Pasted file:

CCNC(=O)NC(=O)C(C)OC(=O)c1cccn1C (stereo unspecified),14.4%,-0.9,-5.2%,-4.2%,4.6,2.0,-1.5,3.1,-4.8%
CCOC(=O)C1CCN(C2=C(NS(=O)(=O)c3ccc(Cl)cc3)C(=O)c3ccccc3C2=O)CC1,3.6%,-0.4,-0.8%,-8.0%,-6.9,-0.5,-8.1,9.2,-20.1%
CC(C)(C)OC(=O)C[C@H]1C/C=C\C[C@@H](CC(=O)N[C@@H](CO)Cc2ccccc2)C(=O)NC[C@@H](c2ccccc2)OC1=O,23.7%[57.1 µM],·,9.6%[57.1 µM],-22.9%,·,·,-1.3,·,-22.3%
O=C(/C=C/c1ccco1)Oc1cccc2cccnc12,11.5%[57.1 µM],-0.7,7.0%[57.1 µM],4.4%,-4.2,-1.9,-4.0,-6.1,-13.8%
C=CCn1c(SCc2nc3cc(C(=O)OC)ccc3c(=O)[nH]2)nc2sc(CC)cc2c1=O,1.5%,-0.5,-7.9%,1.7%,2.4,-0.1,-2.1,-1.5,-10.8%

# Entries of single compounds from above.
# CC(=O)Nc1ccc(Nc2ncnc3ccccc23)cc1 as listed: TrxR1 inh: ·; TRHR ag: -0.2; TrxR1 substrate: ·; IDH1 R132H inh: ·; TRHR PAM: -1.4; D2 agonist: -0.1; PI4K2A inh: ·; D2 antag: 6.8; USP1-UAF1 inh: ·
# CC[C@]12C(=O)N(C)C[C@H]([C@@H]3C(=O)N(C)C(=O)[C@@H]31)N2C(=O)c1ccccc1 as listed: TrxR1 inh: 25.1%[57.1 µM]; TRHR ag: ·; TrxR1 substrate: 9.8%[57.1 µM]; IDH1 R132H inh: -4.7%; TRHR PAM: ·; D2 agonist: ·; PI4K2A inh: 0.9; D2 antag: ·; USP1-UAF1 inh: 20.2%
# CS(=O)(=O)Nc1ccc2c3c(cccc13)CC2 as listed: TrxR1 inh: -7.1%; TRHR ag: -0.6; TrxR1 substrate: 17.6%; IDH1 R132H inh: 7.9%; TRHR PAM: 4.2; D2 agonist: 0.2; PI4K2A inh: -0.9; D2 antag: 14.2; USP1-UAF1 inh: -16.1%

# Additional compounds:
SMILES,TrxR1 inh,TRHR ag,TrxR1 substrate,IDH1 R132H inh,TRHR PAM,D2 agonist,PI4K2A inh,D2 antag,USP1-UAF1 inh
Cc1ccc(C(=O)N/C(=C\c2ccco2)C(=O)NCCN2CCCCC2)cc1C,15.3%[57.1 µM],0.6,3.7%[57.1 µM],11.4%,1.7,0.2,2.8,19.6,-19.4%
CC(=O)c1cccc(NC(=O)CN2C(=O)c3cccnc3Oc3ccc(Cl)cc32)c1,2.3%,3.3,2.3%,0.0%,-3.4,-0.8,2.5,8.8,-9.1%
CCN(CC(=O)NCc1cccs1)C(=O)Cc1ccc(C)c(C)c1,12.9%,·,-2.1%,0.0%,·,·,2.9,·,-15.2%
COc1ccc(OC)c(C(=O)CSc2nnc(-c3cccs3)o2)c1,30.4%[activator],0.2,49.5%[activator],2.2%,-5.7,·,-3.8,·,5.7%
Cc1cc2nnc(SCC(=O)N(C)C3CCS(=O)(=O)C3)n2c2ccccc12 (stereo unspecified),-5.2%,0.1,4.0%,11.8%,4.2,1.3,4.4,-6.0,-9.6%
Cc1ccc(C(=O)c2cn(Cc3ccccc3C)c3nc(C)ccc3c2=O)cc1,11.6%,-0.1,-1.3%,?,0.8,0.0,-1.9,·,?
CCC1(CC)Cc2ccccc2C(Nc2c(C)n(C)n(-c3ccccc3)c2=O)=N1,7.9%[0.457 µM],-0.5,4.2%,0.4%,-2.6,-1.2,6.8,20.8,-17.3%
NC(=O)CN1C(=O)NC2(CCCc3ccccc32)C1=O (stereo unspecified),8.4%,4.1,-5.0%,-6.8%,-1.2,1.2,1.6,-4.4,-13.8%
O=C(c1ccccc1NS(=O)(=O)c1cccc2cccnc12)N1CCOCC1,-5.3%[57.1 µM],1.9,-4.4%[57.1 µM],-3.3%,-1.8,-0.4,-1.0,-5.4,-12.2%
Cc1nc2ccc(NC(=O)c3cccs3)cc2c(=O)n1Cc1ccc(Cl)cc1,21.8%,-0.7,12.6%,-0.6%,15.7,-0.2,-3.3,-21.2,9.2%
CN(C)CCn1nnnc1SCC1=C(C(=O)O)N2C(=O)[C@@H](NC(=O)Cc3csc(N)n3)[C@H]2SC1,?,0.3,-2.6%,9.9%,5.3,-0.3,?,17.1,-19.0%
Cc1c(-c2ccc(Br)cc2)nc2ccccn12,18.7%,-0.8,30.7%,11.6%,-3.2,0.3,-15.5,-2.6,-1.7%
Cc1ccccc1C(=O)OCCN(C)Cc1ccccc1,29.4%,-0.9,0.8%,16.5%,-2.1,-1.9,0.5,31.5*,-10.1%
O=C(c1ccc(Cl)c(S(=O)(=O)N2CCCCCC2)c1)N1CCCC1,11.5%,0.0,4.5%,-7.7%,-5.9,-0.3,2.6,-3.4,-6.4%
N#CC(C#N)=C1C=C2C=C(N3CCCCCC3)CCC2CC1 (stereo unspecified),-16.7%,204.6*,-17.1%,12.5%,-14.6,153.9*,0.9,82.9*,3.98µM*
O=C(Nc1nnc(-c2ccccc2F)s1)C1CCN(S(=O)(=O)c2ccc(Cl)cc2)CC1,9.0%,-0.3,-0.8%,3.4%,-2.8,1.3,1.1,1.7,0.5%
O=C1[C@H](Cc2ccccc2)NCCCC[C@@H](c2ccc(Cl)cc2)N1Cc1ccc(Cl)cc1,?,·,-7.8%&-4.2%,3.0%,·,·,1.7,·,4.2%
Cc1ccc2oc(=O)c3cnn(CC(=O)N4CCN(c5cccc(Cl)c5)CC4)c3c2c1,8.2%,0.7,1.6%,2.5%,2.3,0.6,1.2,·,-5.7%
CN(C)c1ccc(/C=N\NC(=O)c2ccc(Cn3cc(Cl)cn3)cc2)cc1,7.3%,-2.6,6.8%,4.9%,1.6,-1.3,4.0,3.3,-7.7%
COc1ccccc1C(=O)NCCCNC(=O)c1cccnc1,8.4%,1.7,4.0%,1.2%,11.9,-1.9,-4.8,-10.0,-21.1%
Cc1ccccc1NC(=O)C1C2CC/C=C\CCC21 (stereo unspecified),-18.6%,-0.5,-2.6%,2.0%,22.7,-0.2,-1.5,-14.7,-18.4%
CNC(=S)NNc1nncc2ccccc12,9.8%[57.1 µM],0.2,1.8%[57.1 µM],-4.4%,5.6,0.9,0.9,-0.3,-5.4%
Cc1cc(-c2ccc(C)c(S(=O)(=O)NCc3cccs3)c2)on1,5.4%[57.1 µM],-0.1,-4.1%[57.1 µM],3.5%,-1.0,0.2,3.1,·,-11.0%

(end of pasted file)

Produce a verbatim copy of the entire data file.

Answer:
CCNC(=O)NC(=O)C(C)OC(=O)c1cccn1C (stereo unspecified),14.4%,-0.9,-5.2%,-4.2%,4.6,2.0,-1.5,3.1,-4.8%
CCOC(=O)C1CCN(C2=C(NS(=O)(=O)c3ccc(Cl)cc3)C(=O)c3ccccc3C2=O)CC1,3.6%,-0.4,-0.8%,-8.0%,-6.9,-0.5,-8.1,9.2,-20.1%
CC(C)(C)OC(=O)C[C@H]1C/C=C\C[C@@H](CC(=O)N[C@@H](CO)Cc2ccccc2)C(=O)NC[C@@H](c2ccccc2)OC1=O,23.7%[57.1 µM],·,9.6%[57.1 µM],-22.9%,·,·,-1.3,·,-22.3%
O=C(/C=C/c1ccco1)Oc1cccc2cccnc12,11.5%[57.1 µM],-0.7,7.0%[57.1 µM],4.4%,-4.2,-1.9,-4.0,-6.1,-13.8%
C=CCn1c(SCc2nc3cc(C(=O)OC)ccc3c(=O)[nH]2)nc2sc(CC)cc2c1=O,1.5%,-0.5,-7.9%,1.7%,2.4,-0.1,-2.1,-1.5,-10.8%

# Entries of single compounds from above.
# CC(=O)Nc1ccc(Nc2ncnc3ccccc23)cc1 as listed: TrxR1 inh: ·; TRHR ag: -0.2; TrxR1 substrate: ·; IDH1 R132H inh: ·; TRHR PAM: -1.4; D2 agonist: -0.1; PI4K2A inh: ·; D2 antag: 6.8; USP1-UAF1 inh: ·
# CC[C@]12C(=O)N(C)C[C@H]([C@@H]3C(=O)N(C)C(=O)[C@@H]31)N2C(=O)c1ccccc1 as listed: TrxR1 inh: 25.1%[57.1 µM]; TRHR ag: ·; TrxR1 substrate: 9.8%[57.1 µM]; IDH1 R132H inh: -4.7%; TRHR PAM: ·; D2 agonist: ·; PI4K2A inh: 0.9; D2 antag: ·; USP1-UAF1 inh: 20.2%
# CS(=O)(=O)Nc1ccc2c3c(cccc13)CC2 as listed: TrxR1 inh: -7.1%; TRHR ag: -0.6; TrxR1 substrate: 17.6%; IDH1 R132H inh: 7.9%; TRHR PAM: 4.2; D2 agonist: 0.2; PI4K2A inh: -0.9; D2 antag: 14.2; USP1-UAF1 inh: -16.1%

# Additional compounds:
SMILES,TrxR1 inh,TRHR ag,TrxR1 substrate,IDH1 R132H inh,TRHR PAM,D2 agonist,PI4K2A inh,D2 antag,USP1-UAF1 inh
Cc1ccc(C(=O)N/C(=C\c2ccco2)C(=O)NCCN2CCCCC2)cc1C,15.3%[57.1 µM],0.6,3.7%[57.1 µM],11.4%,1.7,0.2,2.8,19.6,-19.4%
CC(=O)c1cccc(NC(=O)CN2C(=O)c3cccnc3Oc3ccc(Cl)cc32)c1,2.3%,3.3,2.3%,0.0%,-3.4,-0.8,2.5,8.8,-9.1%
CCN(CC(=O)NCc1cccs1)C(=O)Cc1ccc(C)c(C)c1,12.9%,·,-2.1%,0.0%,·,·,2.9,·,-15.2%
COc1ccc(OC)c(C(=O)CSc2nnc(-c3cccs3)o2)c1,30.4%[activator],0.2,49.5%[activator],2.2%,-5.7,·,-3.8,·,5.7%
Cc1cc2nnc(SCC(=O)N(C)C3CCS(=O)(=O)C3)n2c2ccccc12 (stereo unspecified),-5.2%,0.1,4.0%,11.8%,4.2,1.3,4.4,-6.0,-9.6%
Cc1ccc(C(=O)c2cn(Cc3ccccc3C)c3nc(C)ccc3c2=O)cc1,11.6%,-0.1,-1.3%,?,0.8,0.0,-1.9,·,?
CCC1(CC)Cc2ccccc2C(Nc2c(C)n(C)n(-c3ccccc3)c2=O)=N1,7.9%[0.457 µM],-0.5,4.2%,0.4%,-2.6,-1.2,6.8,20.8,-17.3%
NC(=O)CN1C(=O)NC2(CCCc3ccccc32)C1=O (stereo unspecified),8.4%,4.1,-5.0%,-6.8%,-1.2,1.2,1.6,-4.4,-13.8%
O=C(c1ccccc1NS(=O)(=O)c1cccc2cccnc12)N1CCOCC1,-5.3%[57.1 µM],1.9,-4.4%[57.1 µM],-3.3%,-1.8,-0.4,-1.0,-5.4,-12.2%
Cc1nc2ccc(NC(=O)c3cccs3)cc2c(=O)n1Cc1ccc(Cl)cc1,21.8%,-0.7,12.6%,-0.6%,15.7,-0.2,-3.3,-21.2,9.2%
CN(C)CCn1nnnc1SCC1=C(C(=O)O)N2C(=O)[C@@H](NC(=O)Cc3csc(N)n3)[C@H]2SC1,?,0.3,-2.6%,9.9%,5.3,-0.3,?,17.1,-19.0%
Cc1c(-c2ccc(Br)cc2)nc2ccccn12,18.7%,-0.8,30.7%,11.6%,-3.2,0.3,-15.5,-2.6,-1.7%
Cc1ccccc1C(=O)OCCN(C)Cc1ccccc1,29.4%,-0.9,0.8%,16.5%,-2.1,-1.9,0.5,31.5*,-10.1%
O=C(c1ccc(Cl)c(S(=O)(=O)N2CCCCCC2)c1)N1CCCC1,11.5%,0.0,4.5%,-7.7%,-5.9,-0.3,2.6,-3.4,-6.4%
N#CC(C#N)=C1C=C2C=C(N3CCCCCC3)CCC2CC1 (stereo unspecified),-16.7%,204.6*,-17.1%,12.5%,-14.6,153.9*,0.9,82.9*,3.98µM*
O=C(Nc1nnc(-c2ccccc2F)s1)C1CCN(S(=O)(=O)c2ccc(Cl)cc2)CC1,9.0%,-0.3,-0.8%,3.4%,-2.8,1.3,1.1,1.7,0.5%
O=C1[C@H](Cc2ccccc2)NCCCC[C@@H](c2ccc(Cl)cc2)N1Cc1ccc(Cl)cc1,?,·,-7.8%&-4.2%,3.0%,·,·,1.7,·,4.2%
Cc1ccc2oc(=O)c3cnn(CC(=O)N4CCN(c5cccc(Cl)c5)CC4)c3c2c1,8.2%,0.7,1.6%,2.5%,2.3,0.6,1.2,·,-5.7%
CN(C)c1ccc(/C=N\NC(=O)c2ccc(Cn3cc(Cl)cn3)cc2)cc1,7.3%,-2.6,6.8%,4.9%,1.6,-1.3,4.0,3.3,-7.7%
COc1ccccc1C(=O)NCCCNC(=O)c1cccnc1,8.4%,1.7,4.0%,1.2%,11.9,-1.9,-4.8,-10.0,-21.1%
Cc1ccccc1NC(=O)C1C2CC/C=C\CCC21 (stereo unspecified),-18.6%,-0.5,-2.6%,2.0%,22.7,-0.2,-1.5,-14.7,-18.4%
CNC(=S)NNc1nncc2ccccc12,9.8%[57.1 µM],0.2,1.8%[57.1 µM],-4.4%,5.6,0.9,0.9,-0.3,-5.4%
Cc1cc(-c2ccc(C)c(S(=O)(=O)NCc3cccs3)c2)on1,5.4%[57.1 µM],-0.1,-4.1%[57.1 µM],3.5%,-1.0,0.2,3.1,·,-11.0%